Helen Aspell, who is challenging the incumbent Owain James for the National Union of Students presidency, looks set to put up a tough fight.
Next week's national conference in Blackpool will be the first time for some years that only two candidates have stood for president - and Mr James, an independent moderate who has had a successful if low-key year in office, may have a battle on his hands.
Ms Aspell, a former Leeds University student who has been national treasurer for two years, is a supporter of the left grouping Campaign for Free Education and calls for a return to universal maintenance grants.
But Ms Aspell's combination of leftwing politics and personal skills has meant that her appeal is broader than that traditionally commanded by the NUS's hard left. Her candidacy is supported by the presidents of many university unions, including Sheffield, King's College London and Goldsmiths.
One of her nominators, Ruth Clarke, a sabbatical officer at Leeds students' union, said: "Helen Aspell is a fantastic communicator. The NUS is our main medium for communication to government and the national media and, although Owain James has been a good president, I do not think communication is his key strength."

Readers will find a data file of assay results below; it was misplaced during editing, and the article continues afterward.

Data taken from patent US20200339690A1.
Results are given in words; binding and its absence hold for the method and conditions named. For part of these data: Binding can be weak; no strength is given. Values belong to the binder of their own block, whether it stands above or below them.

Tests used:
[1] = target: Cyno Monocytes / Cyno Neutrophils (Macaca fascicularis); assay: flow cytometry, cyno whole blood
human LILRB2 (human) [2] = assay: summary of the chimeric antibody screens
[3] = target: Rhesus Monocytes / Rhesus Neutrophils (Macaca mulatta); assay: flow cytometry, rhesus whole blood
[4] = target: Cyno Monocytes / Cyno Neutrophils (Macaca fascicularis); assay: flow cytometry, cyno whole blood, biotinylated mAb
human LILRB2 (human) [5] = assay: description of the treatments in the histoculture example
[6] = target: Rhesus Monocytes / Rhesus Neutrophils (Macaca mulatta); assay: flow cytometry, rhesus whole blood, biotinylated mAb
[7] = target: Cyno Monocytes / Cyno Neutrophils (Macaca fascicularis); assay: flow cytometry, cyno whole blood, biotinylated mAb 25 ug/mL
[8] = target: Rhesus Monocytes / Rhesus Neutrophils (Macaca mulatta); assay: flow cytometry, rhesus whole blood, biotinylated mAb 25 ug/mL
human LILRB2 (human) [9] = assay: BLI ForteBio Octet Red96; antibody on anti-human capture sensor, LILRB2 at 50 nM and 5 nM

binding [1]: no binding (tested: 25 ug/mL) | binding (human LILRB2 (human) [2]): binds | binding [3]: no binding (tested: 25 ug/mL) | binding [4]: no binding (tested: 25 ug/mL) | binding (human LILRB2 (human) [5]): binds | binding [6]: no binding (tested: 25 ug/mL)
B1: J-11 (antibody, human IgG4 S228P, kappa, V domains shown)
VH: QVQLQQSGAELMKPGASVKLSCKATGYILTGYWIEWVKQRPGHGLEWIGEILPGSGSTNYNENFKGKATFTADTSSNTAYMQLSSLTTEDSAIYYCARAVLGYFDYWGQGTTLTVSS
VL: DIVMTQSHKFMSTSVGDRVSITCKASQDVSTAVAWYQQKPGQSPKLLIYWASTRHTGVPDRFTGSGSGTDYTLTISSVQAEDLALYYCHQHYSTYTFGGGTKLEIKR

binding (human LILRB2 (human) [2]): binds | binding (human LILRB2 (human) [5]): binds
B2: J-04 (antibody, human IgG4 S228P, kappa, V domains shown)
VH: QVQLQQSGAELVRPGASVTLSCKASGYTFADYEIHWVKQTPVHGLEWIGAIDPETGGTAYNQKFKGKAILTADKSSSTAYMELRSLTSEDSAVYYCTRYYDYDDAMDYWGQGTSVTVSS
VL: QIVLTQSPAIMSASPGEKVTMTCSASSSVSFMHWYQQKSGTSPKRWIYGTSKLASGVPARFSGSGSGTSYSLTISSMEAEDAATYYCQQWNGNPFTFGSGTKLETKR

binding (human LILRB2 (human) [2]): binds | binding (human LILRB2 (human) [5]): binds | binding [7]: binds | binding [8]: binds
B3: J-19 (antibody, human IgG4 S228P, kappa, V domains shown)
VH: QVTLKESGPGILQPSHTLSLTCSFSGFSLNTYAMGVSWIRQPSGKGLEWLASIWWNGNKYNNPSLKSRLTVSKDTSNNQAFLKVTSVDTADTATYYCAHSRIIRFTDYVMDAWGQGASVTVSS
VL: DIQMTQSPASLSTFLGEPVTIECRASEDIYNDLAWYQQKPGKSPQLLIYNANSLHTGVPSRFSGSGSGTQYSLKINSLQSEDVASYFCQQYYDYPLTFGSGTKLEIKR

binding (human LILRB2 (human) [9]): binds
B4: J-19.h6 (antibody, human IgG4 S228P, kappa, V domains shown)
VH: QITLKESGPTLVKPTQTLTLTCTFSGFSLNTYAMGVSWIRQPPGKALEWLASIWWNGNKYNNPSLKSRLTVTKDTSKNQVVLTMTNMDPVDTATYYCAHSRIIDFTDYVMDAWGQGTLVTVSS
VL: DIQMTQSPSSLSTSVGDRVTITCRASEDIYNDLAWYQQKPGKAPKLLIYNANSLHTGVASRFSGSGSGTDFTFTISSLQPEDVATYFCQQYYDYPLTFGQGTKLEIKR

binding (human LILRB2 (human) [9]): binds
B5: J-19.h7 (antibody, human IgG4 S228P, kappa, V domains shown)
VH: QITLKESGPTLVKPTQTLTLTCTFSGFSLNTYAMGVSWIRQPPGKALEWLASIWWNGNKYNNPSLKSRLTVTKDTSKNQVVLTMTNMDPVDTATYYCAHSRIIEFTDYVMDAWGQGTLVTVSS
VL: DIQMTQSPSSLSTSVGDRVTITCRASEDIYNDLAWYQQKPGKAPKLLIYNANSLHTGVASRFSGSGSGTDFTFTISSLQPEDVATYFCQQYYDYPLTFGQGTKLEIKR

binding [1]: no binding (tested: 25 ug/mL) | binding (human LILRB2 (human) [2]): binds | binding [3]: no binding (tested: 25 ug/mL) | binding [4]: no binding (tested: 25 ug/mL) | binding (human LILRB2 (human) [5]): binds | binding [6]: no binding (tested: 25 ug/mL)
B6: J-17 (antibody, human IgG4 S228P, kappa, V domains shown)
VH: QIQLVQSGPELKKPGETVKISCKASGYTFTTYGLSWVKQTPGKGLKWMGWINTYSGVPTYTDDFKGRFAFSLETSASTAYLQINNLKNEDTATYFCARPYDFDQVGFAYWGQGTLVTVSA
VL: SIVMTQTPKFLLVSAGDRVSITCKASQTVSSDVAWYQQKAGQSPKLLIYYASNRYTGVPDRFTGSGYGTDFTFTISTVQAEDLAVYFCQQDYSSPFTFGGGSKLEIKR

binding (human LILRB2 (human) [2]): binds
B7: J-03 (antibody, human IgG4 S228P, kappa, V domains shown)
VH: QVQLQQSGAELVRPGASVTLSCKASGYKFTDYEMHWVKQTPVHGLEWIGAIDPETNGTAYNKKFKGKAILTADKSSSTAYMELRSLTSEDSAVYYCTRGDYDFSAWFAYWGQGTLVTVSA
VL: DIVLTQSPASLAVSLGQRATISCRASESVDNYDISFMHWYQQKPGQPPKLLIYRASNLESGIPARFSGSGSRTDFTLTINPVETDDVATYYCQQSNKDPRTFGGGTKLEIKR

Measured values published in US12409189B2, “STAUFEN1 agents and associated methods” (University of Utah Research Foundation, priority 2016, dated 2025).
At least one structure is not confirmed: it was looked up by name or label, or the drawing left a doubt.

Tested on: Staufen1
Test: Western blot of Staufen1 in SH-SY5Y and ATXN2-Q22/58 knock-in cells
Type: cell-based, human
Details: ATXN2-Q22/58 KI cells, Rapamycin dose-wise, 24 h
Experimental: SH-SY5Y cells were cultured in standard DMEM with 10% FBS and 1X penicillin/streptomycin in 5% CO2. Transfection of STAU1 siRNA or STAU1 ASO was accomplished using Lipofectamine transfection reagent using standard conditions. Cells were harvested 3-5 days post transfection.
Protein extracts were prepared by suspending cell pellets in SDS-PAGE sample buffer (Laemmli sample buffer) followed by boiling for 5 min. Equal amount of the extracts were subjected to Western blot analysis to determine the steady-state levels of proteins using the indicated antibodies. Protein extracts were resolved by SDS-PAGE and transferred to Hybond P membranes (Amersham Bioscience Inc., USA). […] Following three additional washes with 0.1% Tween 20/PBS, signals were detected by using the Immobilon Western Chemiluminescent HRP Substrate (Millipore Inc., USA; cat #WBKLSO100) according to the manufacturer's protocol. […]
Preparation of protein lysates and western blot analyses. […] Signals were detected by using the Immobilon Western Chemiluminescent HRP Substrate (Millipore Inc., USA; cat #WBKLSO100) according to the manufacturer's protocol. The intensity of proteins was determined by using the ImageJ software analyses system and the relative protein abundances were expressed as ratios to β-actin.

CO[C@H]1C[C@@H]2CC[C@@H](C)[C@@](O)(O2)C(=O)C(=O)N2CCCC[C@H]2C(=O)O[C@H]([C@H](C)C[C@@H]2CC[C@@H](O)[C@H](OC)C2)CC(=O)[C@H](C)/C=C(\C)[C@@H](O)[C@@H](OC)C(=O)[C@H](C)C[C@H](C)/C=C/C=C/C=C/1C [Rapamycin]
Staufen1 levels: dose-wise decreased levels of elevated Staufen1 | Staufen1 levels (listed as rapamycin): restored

But others believe that a call for a return to the universal grant is a pipe dream - and that although the left may have adopted a less strident, more voter-friendly demeanour in recent years, it has not really changed.
Mr James has proved himself to be an astute leader who will be hoping for another term at the top. But allegations that he is not truly "independent" but rather a Labour stooge have never quite left him, and he may be vulnerable to attack from the left.
Last year, Mr James defeated a hard-left candidate, Alison Angus, by fewer than 100 votes. Ms Aspell has the potential to close the gap further.